We used these new potential confounding factors to assess the association between borderline dysnatremia and in-hospital mortality. We compared different multivariate logistic models using classical confounding factors alone, confounding factors identified through the PheWAS analysis alone and both types of factors and finally chose the model with the lower Akaike Information Criterion (AIC). We retained in the final model only significantly associated variables. We provide the R code of the PheWAS analysis in Additional file 1.

All tests were two-tailed and we considered P values <0.05 to be significant. All statistical analyses were performed with R version 3.1.3 (RODBC, stats, MASS, MatchIt and epitools packages). This study was approved by the institutional review board of the HEGP (IRB#00001072 Study #CDW_2015_0013).

Results

Extraction of the patients data

We extracted 606,524 patients from the CDW of the HEGP who were admitted between January 1, 2008 and June 31, 2014. At least one sodium concentration determination was available for the day of admission for 45,834 of these patients with hospital stays of longer than 2 days (Fig. 1).
Fig. 1

Algorithm Used to Define the Study Cohorts and Flow Chart

Study population

Hyponatremia and hypernatremia were recorded for 12.0% and 1.0% of hospital stays, respectively. Severe hyponatremia ([Na] < 125 mmol/L) was reported in 0.6% of hospital stays and severe hypernatremia was reported in 0.08% of hospital stays. In the vast majority of cases (57,462 hospital stays, 88.3%), serum sodium concentration was normal at admission. The mean age ± standard deviation (SD) of the patients included was 60.8 ± 18.5 years, and 59.3% of the patients were male. The mean ± SD serum sodium concentration was 138.3 ± 3.9 mmol/L. Emergency admission in hospital represented 12.1% of the cases and 20.4% of the patients spent some of their hospital stay in the ICU. Dialysis was carried out during the hospital stays for 4.4% of patients; 1.9% of the patients had been diagnosed with dementia and 1.1% were receiving palliative care. The median duration of hospital stay was 5 (3–11) days and the median number of diagnosis billing codes per stay was 4 (2–7). The median Charlson comorbidity index was 1 (0–3). The observed in-hospital mortality for the total cohort was 4.0%.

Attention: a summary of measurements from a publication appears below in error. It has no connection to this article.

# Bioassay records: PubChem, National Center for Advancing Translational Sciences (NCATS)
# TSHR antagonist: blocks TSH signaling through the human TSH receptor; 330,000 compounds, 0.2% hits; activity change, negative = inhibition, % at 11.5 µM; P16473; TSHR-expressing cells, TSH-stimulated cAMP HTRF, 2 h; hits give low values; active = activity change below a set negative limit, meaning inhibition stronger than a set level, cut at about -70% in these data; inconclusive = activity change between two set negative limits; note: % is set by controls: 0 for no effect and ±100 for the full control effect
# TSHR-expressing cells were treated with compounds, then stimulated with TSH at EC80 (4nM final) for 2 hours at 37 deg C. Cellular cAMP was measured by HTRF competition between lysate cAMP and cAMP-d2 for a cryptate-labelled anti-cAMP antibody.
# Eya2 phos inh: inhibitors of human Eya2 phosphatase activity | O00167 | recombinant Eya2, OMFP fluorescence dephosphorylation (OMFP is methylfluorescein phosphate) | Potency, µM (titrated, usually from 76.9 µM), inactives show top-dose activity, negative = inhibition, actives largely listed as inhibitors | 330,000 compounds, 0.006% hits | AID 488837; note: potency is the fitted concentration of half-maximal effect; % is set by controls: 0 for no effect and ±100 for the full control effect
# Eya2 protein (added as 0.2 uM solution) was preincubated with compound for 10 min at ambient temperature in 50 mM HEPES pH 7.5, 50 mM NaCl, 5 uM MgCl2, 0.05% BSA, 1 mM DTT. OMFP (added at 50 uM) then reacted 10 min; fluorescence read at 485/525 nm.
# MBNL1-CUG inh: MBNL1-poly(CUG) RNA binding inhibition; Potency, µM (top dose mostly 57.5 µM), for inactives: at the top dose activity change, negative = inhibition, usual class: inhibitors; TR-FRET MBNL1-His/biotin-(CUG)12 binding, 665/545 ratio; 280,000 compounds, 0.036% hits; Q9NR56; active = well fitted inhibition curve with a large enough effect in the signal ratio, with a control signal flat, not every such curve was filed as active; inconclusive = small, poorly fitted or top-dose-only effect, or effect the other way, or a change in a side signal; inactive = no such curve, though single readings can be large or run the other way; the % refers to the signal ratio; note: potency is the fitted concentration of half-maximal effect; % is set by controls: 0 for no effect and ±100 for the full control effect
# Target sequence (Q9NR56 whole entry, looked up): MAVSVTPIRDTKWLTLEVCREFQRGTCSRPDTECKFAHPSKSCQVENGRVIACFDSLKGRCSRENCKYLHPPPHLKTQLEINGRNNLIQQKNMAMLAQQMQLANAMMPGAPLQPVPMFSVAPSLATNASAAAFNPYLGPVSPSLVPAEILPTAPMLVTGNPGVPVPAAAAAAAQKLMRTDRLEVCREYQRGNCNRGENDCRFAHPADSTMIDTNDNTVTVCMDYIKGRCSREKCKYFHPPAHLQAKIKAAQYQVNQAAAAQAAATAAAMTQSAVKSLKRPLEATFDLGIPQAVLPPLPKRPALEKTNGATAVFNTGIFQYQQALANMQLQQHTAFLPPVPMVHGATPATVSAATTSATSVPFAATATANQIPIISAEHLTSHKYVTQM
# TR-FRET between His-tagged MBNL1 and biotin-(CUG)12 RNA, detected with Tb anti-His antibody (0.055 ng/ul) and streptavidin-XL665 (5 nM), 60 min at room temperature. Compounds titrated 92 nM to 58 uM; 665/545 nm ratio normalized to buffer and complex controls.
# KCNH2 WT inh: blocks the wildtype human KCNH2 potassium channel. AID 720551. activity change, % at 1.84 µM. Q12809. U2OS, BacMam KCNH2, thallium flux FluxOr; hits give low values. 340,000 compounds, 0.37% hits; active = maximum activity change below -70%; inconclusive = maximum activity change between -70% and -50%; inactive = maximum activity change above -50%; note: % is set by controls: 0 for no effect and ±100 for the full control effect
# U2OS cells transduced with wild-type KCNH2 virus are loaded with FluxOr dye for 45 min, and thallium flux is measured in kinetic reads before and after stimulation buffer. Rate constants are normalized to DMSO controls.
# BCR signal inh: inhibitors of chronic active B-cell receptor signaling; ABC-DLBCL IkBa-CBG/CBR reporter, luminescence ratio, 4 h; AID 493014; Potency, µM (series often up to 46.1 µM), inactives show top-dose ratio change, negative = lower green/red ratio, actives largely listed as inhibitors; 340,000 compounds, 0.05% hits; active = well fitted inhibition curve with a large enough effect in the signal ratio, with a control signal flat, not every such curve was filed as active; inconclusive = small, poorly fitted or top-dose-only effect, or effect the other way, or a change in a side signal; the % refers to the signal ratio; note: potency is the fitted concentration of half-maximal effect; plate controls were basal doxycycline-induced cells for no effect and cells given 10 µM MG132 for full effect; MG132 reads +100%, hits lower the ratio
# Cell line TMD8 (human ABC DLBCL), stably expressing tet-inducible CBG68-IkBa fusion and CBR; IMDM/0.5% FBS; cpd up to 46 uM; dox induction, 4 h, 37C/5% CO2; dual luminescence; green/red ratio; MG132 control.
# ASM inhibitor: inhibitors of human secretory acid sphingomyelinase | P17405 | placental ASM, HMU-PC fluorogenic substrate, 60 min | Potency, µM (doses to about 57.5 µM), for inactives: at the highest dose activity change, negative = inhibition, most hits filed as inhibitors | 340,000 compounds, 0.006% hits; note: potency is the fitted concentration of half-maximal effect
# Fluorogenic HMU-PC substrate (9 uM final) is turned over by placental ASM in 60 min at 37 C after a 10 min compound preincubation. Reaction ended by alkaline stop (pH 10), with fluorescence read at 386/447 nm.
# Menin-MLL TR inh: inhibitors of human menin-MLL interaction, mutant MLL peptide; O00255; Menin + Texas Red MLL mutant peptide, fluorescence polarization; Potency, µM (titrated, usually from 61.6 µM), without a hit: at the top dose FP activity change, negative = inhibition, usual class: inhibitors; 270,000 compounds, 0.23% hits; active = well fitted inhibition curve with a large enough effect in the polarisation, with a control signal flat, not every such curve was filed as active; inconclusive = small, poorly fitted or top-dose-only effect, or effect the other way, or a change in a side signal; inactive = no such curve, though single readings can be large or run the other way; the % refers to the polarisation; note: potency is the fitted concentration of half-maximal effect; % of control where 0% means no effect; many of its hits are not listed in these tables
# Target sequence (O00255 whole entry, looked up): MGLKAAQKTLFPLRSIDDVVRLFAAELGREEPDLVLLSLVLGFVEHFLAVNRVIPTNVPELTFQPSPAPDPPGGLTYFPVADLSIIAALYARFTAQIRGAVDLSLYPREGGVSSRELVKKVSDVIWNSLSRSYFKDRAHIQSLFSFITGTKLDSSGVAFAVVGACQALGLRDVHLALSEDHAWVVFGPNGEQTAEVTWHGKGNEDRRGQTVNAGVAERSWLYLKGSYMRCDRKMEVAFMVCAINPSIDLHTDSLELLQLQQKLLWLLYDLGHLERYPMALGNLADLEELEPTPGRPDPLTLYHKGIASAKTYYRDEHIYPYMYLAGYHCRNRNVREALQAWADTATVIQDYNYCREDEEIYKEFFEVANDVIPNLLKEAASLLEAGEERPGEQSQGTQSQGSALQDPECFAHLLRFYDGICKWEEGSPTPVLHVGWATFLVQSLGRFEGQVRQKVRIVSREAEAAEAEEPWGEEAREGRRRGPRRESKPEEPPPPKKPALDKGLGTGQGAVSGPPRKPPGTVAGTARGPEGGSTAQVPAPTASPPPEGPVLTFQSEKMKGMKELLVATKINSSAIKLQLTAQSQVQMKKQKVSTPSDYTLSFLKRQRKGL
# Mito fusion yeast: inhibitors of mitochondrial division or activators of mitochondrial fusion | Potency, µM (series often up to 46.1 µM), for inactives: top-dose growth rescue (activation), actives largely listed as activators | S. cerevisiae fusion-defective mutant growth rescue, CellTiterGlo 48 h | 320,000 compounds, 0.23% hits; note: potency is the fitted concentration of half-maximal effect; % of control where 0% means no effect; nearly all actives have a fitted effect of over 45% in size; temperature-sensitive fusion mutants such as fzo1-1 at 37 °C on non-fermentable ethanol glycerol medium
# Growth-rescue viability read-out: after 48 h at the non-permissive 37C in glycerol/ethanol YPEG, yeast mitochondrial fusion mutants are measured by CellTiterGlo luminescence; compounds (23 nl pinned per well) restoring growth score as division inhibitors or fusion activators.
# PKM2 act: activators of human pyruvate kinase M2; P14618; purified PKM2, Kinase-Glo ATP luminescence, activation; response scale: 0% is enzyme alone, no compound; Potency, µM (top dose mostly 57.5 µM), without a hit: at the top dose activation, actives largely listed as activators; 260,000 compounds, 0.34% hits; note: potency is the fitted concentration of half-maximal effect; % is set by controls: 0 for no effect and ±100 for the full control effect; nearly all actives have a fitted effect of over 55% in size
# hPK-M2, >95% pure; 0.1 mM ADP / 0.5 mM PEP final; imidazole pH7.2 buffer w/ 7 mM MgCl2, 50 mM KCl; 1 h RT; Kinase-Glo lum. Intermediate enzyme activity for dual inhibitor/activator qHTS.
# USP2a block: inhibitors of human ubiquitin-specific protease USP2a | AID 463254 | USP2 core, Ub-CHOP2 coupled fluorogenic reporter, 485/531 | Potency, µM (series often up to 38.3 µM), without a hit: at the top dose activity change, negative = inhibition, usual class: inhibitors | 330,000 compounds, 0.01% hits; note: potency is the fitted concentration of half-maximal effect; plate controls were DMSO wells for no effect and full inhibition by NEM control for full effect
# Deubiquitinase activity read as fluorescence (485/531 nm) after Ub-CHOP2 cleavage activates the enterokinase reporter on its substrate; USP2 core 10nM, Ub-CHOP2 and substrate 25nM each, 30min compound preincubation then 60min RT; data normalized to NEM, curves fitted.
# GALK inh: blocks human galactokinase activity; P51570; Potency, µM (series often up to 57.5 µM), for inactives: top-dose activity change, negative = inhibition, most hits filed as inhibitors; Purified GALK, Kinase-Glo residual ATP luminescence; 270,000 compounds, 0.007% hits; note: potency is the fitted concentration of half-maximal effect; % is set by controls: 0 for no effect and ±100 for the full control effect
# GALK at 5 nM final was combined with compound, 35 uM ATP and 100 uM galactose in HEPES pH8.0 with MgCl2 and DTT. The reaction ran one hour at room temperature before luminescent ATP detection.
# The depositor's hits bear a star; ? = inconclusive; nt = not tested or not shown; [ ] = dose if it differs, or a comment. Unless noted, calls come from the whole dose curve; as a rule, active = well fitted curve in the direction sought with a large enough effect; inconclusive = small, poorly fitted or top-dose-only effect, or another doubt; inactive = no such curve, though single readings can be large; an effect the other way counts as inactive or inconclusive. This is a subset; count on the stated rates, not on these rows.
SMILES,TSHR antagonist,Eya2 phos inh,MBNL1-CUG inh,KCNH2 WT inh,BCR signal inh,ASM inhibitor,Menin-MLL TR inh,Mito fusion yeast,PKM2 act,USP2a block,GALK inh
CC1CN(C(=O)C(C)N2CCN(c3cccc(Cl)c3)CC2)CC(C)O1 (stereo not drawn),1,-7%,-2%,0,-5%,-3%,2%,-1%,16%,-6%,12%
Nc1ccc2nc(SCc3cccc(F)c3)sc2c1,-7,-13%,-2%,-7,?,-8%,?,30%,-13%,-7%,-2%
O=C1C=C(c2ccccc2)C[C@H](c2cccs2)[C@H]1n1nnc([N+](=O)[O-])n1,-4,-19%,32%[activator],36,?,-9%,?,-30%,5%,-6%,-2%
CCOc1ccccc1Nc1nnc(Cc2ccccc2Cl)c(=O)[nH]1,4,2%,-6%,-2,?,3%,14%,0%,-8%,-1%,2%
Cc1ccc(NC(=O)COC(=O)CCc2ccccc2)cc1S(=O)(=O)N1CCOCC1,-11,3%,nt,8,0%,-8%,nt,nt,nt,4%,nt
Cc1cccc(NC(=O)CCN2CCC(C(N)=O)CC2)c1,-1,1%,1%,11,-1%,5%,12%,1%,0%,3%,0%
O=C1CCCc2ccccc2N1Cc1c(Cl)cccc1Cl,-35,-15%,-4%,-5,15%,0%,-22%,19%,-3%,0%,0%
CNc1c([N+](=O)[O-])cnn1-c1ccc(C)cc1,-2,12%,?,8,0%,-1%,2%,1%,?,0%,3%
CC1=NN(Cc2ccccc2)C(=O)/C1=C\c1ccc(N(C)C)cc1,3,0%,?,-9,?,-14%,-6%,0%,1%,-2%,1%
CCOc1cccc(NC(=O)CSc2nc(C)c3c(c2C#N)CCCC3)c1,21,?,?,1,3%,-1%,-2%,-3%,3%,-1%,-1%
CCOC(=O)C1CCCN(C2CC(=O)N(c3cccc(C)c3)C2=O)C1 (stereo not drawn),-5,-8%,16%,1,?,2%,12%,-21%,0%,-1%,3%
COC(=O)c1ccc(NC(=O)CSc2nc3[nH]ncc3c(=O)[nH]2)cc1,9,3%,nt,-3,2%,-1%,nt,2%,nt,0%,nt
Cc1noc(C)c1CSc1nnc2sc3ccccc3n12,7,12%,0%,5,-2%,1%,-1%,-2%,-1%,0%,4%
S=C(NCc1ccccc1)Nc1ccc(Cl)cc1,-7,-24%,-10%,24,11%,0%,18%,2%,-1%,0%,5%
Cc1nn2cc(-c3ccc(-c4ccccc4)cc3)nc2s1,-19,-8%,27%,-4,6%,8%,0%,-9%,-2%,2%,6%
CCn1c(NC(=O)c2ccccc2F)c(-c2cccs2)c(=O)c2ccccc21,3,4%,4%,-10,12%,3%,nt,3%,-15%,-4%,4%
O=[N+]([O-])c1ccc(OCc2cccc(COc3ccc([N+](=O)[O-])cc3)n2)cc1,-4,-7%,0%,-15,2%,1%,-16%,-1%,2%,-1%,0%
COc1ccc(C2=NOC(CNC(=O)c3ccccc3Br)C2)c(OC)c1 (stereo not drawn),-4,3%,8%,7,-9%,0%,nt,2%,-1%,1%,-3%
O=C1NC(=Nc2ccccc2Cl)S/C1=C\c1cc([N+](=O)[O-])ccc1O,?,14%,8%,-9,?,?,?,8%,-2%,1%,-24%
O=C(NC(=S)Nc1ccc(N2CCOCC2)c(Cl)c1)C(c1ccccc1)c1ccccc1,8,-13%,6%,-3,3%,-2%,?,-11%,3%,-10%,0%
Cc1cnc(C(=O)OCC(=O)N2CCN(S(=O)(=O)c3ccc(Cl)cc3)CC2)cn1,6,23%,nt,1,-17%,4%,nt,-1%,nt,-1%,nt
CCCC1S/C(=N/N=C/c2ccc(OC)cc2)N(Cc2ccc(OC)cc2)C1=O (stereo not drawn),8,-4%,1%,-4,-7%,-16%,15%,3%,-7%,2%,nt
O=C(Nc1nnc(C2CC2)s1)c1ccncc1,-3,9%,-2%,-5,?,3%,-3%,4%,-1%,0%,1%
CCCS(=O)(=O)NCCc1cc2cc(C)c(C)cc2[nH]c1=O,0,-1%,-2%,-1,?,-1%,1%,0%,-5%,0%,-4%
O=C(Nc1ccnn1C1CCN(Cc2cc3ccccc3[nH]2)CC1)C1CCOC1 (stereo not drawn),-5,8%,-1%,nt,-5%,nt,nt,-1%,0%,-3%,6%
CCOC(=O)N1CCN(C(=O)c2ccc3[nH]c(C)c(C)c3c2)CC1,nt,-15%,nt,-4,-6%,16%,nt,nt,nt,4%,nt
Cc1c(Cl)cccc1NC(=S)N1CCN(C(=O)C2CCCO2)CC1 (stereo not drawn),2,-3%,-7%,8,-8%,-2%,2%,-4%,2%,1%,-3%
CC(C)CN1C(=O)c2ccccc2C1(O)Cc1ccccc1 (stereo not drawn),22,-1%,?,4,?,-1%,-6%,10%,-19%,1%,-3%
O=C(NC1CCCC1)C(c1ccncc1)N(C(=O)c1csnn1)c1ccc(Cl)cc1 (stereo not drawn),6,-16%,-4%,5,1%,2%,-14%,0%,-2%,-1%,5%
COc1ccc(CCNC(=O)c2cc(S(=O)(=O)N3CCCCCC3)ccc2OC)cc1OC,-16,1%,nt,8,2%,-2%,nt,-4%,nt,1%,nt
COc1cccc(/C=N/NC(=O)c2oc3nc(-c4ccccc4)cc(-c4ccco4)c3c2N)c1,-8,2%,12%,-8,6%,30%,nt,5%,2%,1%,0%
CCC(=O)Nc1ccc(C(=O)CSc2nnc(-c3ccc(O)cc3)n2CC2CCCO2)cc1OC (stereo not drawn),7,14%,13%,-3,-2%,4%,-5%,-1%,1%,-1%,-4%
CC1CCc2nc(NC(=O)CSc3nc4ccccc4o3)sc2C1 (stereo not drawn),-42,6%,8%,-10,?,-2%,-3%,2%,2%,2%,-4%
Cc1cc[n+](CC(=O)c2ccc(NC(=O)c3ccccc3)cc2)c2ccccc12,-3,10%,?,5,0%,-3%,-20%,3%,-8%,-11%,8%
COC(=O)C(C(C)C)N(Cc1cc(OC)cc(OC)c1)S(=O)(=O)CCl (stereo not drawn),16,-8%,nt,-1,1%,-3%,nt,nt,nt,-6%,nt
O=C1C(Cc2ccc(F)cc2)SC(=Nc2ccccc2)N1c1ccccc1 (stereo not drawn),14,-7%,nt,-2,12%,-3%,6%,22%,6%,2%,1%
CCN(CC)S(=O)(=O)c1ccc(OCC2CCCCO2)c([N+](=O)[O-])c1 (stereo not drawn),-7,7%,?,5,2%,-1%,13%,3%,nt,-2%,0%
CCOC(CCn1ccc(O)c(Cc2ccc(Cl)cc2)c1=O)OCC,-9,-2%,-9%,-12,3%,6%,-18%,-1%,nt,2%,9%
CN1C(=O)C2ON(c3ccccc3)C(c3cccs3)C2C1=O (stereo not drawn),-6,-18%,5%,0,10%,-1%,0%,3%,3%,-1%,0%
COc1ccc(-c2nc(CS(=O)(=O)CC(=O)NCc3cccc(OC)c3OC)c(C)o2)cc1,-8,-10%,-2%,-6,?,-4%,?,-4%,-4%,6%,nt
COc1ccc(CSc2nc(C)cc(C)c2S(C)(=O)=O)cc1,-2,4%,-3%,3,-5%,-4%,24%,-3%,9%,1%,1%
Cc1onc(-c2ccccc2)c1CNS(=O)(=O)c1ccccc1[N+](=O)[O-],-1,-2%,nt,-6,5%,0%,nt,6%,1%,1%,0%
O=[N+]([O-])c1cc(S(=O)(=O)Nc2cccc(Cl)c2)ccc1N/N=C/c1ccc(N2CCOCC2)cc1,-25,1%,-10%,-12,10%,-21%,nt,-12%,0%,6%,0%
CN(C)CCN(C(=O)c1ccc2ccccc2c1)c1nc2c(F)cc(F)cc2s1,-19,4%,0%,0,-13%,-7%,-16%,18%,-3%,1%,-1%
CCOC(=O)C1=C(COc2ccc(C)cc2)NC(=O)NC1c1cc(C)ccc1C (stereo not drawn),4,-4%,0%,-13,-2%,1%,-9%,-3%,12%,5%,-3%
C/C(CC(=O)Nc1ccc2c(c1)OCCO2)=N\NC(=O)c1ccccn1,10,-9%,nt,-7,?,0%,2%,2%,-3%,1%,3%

The characteristics of patients on admission to the hospital are reported in Table 1.
Table 1

Patient Characteristics for Each Serum Sodium Concentration at Admission Groups

Characteristic

Hyponatremia

Normal sodium level

Hypernatremia

P Value

Serum Sodium Levela, mmol/L

<125

(n = 367)

[125;130)

(n = 1053)

[130;135)

(n = 5045)

[135;145]

(n = 38,869)

(145;150]

(n = 386)

(150;155]

(n = 58)

>155

(n = 51)

 

Age, mean ± SD, years

71 ± 15

68 ± 16

66 ± 18

60 ± 18

66 ± 20

70 ± 20

73 ± 20

< .001

Males, n (%)

195 (53.1)

544 (51.6)

2916 (57.8)

23,197 (59.7)

244 (63.2)

32 (55.2)

26 (51.0)

< .001

ICU stay, n (%)

119 (32.4)

295 (28.0)

1191 (23.6)

7531 (19.4)

177 (45.9)

32 (55.2)

20 (39.2)

< .001

Palliative care, n (%)

11 (3.0)

45 (4.3)

151 (3.0)

296 (0.8)

14 (3.6)

1 (1.7)

4 (7.8)

< .001

Dialysis, n (%)

52 (14.2)

140 (13.3)

403 (8.0)

1322 (3.4)

48 (12.4)

6 (10.3)

6 (11.8)

< .001

Dementia, n (%)

14 (3.8)

32 (3.0)

131 (2.6)

640 (1.6)

7.3

8.6

17.6

< .001

Hospital admissions via the emergency department, n (%)

123 (33.5)

306 (29.1)

886 (17.6)

4091 (10.5)

95 (24.6)

22 (37.9)

25 (49.0)

< .001

Surgery, n (%)

64 (17.4)

241 (22.9)

1313 (26)

14,329 (36.9)

124 (32.1)

16 (27.6)

5 (9.8)

< .001

Number of diagnosis codes, median (IQR)

7 (4–11)

6 (4–10)

6 (3–9)

4 (2–6)

6 (4–10)

6 (3–10)

6 (4–10)

< .001

Length of stay (days), median (IQR)

10 (5–18)

10 (6–19)

8 (4–16)

5 (2–10)

9 (4–21)

10 (4.25–18.75)

10 (5–20.5)

< .001

Charlson Comorbidity Index